Monday, August 6, 2018

Erastus Volney Joice (1810-1891): Commissioner of Deeds; SF Street named for him

Plot of Erastus Joice (Photo: Michael Colbruno)

Erastus Volney Joice, who went by "E.V.", was an attorney, San Francisco Commissioner of Deeds, early member of the Democratic Party in California, "land grabber", and Vice President of the 1851 Committee on Vigilance. He is remembered today for having Joice Street in San Francisco named after him, which is located at the edge of Chinatown, bordered by Powell, Pine, Stockton and Clay Street.

Joice was born in New York in 1810 to Reverend Stephen and Ann Joice. At age 23 he was working as an attorney in New York and later as Commissioner of Deeds in Albany. For unknown reasons, he filed for bankruptcy by age 33 and ended up in California at age 39, just as the Gold Rush Era was kicking off in January 1849.

Joice Street in San Francisco
Ten months after arriving in San Franicsco, he was elected as Vice President of the nascent Democratic Party, which was tasked with setting up State elections. A month later he bought his first home from Alcalde John W. Geary, which led to a career in grabbing land opportunities, including property at Humboldt Harbor, becoming a partner in the Union Hotel owning a ranch near Suisin Bay, and buying a home near Portsmouth Square.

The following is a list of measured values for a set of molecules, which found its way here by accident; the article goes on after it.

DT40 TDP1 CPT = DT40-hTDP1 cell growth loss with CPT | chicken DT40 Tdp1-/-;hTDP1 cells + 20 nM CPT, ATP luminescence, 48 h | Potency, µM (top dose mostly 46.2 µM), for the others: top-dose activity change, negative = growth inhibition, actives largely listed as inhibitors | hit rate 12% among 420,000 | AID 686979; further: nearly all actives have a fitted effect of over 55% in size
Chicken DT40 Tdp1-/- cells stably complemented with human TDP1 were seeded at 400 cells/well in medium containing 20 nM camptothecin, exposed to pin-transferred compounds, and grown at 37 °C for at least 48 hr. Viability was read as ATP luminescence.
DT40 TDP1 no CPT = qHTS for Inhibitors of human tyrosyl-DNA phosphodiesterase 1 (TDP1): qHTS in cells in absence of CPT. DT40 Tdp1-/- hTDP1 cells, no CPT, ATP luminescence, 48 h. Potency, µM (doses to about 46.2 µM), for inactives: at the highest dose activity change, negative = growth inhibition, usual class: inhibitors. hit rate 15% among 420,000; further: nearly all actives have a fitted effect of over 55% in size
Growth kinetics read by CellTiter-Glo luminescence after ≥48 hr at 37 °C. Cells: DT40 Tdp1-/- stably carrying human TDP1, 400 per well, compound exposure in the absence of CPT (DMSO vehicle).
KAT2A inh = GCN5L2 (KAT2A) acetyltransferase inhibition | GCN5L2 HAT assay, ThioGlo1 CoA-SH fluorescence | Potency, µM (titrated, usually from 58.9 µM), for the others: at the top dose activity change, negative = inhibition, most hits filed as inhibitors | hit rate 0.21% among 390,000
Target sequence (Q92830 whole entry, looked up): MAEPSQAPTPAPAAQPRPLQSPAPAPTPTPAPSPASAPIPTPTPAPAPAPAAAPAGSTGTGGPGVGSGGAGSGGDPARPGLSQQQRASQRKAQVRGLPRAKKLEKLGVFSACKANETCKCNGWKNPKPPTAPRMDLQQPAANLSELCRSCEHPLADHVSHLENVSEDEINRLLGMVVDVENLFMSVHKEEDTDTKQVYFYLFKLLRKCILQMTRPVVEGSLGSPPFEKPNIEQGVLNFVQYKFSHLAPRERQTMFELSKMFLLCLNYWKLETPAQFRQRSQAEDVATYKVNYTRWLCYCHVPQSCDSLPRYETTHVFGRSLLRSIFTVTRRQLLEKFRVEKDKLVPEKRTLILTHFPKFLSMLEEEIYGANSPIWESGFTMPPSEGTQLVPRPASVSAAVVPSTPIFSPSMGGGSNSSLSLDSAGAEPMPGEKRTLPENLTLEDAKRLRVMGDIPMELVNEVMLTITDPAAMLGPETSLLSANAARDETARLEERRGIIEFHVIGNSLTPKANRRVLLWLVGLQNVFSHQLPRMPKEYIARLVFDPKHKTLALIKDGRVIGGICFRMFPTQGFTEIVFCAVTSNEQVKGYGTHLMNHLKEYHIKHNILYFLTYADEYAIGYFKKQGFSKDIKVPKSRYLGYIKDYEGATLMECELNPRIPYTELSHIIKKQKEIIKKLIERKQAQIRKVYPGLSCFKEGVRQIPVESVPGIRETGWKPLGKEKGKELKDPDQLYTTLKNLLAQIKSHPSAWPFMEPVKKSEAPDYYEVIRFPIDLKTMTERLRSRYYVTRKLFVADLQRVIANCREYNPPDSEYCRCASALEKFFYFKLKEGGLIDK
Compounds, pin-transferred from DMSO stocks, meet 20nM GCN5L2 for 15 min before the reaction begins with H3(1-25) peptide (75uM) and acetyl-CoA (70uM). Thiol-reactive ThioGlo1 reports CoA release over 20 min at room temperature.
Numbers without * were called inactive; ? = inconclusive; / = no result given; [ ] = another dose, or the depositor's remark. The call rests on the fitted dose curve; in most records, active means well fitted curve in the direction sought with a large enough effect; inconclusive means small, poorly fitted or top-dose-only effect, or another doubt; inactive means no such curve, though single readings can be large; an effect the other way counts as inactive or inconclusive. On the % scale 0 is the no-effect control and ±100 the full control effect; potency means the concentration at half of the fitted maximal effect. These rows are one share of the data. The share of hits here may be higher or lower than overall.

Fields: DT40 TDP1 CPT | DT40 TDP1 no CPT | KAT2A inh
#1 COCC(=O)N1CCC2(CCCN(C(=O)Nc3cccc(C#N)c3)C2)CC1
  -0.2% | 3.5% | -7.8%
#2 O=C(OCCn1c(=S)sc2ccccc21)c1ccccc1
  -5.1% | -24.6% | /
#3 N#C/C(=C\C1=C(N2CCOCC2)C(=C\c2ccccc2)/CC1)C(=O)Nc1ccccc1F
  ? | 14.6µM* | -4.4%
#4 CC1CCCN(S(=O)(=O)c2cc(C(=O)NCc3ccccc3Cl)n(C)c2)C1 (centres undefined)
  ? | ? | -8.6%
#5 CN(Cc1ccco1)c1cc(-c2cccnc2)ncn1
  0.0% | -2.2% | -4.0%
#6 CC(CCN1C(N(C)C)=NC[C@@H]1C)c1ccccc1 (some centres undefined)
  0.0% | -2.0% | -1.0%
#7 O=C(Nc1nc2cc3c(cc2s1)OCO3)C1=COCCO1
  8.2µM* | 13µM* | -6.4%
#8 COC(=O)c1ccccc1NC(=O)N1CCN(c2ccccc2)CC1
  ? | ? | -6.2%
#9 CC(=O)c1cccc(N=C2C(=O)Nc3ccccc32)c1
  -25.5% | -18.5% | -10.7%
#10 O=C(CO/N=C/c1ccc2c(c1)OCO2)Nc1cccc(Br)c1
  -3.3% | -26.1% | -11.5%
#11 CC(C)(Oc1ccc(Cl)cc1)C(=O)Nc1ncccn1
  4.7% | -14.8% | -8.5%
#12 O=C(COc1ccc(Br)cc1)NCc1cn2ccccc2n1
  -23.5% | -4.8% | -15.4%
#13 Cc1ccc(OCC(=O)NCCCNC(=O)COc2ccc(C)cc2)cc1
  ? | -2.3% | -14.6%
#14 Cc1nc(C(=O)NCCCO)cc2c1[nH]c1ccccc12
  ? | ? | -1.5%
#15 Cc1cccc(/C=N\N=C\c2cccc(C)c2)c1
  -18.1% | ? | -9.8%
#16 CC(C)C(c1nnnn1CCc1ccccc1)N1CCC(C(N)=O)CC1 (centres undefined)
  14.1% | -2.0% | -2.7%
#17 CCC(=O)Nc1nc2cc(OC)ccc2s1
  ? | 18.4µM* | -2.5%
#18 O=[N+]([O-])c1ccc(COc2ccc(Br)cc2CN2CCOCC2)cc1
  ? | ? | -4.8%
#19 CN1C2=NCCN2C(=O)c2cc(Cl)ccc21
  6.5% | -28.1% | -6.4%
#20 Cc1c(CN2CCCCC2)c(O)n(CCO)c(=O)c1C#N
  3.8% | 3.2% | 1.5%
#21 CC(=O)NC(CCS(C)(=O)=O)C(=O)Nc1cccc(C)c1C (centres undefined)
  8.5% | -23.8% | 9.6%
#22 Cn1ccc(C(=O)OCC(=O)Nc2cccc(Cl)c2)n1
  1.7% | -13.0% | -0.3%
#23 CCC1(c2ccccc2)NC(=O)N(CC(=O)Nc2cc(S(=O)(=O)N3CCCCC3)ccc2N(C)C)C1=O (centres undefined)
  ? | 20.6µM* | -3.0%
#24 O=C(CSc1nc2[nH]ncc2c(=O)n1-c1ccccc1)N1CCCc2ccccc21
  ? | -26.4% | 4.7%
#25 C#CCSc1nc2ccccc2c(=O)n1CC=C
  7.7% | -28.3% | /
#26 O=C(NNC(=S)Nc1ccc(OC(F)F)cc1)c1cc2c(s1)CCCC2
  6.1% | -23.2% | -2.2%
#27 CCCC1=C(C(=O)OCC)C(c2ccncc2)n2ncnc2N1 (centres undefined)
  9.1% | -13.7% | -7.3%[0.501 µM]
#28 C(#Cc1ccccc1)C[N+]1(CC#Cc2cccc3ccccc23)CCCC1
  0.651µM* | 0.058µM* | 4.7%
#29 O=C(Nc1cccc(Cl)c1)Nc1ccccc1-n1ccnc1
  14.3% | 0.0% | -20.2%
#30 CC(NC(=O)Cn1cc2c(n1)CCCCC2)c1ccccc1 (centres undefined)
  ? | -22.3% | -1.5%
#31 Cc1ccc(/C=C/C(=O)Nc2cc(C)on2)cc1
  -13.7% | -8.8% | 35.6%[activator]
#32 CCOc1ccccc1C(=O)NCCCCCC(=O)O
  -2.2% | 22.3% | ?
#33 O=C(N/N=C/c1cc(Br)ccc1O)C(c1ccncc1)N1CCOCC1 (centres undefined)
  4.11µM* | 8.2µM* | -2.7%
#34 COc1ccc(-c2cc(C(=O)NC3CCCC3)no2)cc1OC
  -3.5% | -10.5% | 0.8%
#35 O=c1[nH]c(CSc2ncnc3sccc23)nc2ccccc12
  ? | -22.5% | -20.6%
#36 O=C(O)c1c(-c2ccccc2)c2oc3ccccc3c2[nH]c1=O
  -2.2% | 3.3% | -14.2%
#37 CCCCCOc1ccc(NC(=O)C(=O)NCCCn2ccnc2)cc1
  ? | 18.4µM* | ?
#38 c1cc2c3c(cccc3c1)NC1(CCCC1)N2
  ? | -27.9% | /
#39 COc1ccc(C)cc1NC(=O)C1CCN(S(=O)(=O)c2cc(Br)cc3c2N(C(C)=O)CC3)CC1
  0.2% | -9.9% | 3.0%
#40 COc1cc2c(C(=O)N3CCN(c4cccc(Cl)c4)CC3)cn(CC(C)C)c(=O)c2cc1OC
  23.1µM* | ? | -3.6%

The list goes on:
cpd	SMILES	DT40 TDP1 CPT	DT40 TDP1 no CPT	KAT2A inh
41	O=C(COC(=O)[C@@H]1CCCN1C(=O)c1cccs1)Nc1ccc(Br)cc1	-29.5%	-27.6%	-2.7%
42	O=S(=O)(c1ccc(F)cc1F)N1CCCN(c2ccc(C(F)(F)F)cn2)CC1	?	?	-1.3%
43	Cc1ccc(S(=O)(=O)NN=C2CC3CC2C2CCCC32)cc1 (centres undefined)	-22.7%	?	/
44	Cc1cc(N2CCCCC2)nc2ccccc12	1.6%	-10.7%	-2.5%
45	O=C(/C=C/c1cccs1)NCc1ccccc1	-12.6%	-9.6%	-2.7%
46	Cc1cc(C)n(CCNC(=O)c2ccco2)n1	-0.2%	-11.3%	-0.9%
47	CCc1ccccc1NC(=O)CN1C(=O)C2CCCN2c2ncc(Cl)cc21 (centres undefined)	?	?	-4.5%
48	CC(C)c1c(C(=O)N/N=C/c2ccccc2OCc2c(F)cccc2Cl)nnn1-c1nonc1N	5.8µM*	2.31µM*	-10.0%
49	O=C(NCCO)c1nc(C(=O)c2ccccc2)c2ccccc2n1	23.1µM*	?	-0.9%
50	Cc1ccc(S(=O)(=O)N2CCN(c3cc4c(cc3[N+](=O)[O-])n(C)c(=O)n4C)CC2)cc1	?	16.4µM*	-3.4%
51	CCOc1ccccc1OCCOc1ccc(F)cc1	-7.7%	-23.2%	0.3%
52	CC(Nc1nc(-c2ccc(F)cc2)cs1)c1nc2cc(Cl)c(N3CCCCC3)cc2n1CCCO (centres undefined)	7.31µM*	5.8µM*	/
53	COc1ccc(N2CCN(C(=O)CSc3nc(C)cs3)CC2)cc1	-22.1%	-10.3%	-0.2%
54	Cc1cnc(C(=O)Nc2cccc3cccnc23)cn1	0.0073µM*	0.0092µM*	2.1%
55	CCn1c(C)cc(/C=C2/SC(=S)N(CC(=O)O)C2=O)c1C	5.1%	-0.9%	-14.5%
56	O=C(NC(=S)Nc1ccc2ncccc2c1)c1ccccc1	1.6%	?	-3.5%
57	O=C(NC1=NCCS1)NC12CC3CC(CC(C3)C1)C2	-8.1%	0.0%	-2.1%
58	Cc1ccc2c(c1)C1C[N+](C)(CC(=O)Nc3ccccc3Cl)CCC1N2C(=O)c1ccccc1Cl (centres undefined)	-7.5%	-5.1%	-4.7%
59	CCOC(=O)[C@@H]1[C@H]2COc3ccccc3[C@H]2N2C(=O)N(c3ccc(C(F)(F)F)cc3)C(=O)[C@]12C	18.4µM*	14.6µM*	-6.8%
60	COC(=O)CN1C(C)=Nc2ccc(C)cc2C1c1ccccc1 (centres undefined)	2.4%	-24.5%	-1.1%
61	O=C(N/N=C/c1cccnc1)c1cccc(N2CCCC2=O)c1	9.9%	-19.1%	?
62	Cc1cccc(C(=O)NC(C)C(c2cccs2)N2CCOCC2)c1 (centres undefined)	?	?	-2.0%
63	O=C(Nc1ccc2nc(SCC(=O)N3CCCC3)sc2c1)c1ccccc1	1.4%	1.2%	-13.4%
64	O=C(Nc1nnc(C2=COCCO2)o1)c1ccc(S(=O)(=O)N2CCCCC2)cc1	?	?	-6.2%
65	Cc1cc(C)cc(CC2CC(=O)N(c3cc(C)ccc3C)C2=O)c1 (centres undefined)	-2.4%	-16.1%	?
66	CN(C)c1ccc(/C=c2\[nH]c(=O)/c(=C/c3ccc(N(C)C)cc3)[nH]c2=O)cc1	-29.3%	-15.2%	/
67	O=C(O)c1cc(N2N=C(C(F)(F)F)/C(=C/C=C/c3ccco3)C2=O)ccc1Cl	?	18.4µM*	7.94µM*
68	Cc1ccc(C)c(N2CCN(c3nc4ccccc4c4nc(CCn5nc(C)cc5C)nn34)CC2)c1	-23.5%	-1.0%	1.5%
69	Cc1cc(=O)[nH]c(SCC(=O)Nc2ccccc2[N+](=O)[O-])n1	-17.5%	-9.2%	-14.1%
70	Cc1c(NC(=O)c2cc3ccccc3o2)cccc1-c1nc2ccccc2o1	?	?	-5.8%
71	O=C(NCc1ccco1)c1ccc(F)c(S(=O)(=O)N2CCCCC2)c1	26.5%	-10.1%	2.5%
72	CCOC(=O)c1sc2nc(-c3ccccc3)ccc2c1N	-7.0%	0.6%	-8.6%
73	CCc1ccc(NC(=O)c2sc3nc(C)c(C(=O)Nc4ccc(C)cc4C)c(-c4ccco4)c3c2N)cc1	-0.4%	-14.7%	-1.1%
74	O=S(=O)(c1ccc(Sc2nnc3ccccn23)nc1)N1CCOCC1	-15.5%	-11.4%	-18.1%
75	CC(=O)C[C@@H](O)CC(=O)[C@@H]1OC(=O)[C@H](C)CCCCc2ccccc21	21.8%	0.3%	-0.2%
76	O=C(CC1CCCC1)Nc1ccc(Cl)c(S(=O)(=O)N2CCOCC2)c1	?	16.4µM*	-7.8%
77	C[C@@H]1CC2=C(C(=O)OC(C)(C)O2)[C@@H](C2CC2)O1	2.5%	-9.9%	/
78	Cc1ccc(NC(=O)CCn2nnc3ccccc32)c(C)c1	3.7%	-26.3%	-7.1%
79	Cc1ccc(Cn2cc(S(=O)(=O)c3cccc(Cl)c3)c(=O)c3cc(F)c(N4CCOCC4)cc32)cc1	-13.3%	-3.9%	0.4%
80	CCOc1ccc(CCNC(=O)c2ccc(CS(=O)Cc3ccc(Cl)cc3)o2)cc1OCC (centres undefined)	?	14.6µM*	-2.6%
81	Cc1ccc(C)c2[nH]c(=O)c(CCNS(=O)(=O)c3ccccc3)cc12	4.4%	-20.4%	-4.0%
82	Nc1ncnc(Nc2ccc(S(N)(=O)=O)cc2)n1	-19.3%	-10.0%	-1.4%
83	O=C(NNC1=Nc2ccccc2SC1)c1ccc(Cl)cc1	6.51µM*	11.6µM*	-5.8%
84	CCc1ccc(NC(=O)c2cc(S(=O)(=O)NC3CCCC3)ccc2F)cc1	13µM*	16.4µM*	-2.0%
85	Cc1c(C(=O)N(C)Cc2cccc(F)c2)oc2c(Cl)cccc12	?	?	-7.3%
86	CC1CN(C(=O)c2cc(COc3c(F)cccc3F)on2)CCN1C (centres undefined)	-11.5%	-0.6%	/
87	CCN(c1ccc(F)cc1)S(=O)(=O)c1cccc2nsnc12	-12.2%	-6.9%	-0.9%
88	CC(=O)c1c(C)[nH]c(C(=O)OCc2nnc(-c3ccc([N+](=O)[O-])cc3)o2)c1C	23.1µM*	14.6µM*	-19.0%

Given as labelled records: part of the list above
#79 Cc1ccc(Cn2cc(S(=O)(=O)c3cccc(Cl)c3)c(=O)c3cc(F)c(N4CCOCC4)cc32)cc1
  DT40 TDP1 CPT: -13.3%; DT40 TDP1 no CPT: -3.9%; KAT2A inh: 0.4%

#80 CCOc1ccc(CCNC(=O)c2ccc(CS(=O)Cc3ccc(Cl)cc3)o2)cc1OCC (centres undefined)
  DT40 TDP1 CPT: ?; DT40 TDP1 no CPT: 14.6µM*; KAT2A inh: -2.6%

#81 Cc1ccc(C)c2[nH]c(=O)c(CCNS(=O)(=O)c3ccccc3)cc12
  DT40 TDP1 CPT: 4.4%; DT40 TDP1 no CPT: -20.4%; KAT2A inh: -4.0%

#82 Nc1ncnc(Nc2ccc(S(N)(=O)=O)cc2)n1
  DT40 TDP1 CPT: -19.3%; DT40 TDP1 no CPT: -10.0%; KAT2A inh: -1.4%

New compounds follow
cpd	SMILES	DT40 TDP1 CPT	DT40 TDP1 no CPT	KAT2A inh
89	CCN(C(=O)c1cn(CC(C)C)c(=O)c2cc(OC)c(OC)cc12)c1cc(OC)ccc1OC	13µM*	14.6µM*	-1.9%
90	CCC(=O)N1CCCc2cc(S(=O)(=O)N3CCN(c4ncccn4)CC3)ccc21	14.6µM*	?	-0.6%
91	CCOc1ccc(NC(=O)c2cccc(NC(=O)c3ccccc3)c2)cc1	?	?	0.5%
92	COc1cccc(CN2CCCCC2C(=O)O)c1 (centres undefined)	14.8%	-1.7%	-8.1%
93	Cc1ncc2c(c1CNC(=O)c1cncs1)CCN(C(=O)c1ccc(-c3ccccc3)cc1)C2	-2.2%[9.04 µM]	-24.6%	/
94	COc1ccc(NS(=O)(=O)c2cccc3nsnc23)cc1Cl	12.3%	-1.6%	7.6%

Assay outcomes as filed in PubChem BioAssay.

In June 1850 he helped establish a volunteer fire department called the St. Francis Hook and Ladder Company, No. 1, who had to fight the constant scourge of wood buildings burning down, which was complicated by the difficulty of getting water to the fires. Concerned about a group of thugs starting fires and terrorizing local residents, he became the VP of the 1851 Committee on Vigilance.

By 1870, he was selling insurance and working as Commissioner of Deeds for California. After his wife's death, he moved to East Oakland, where he died in 1891.

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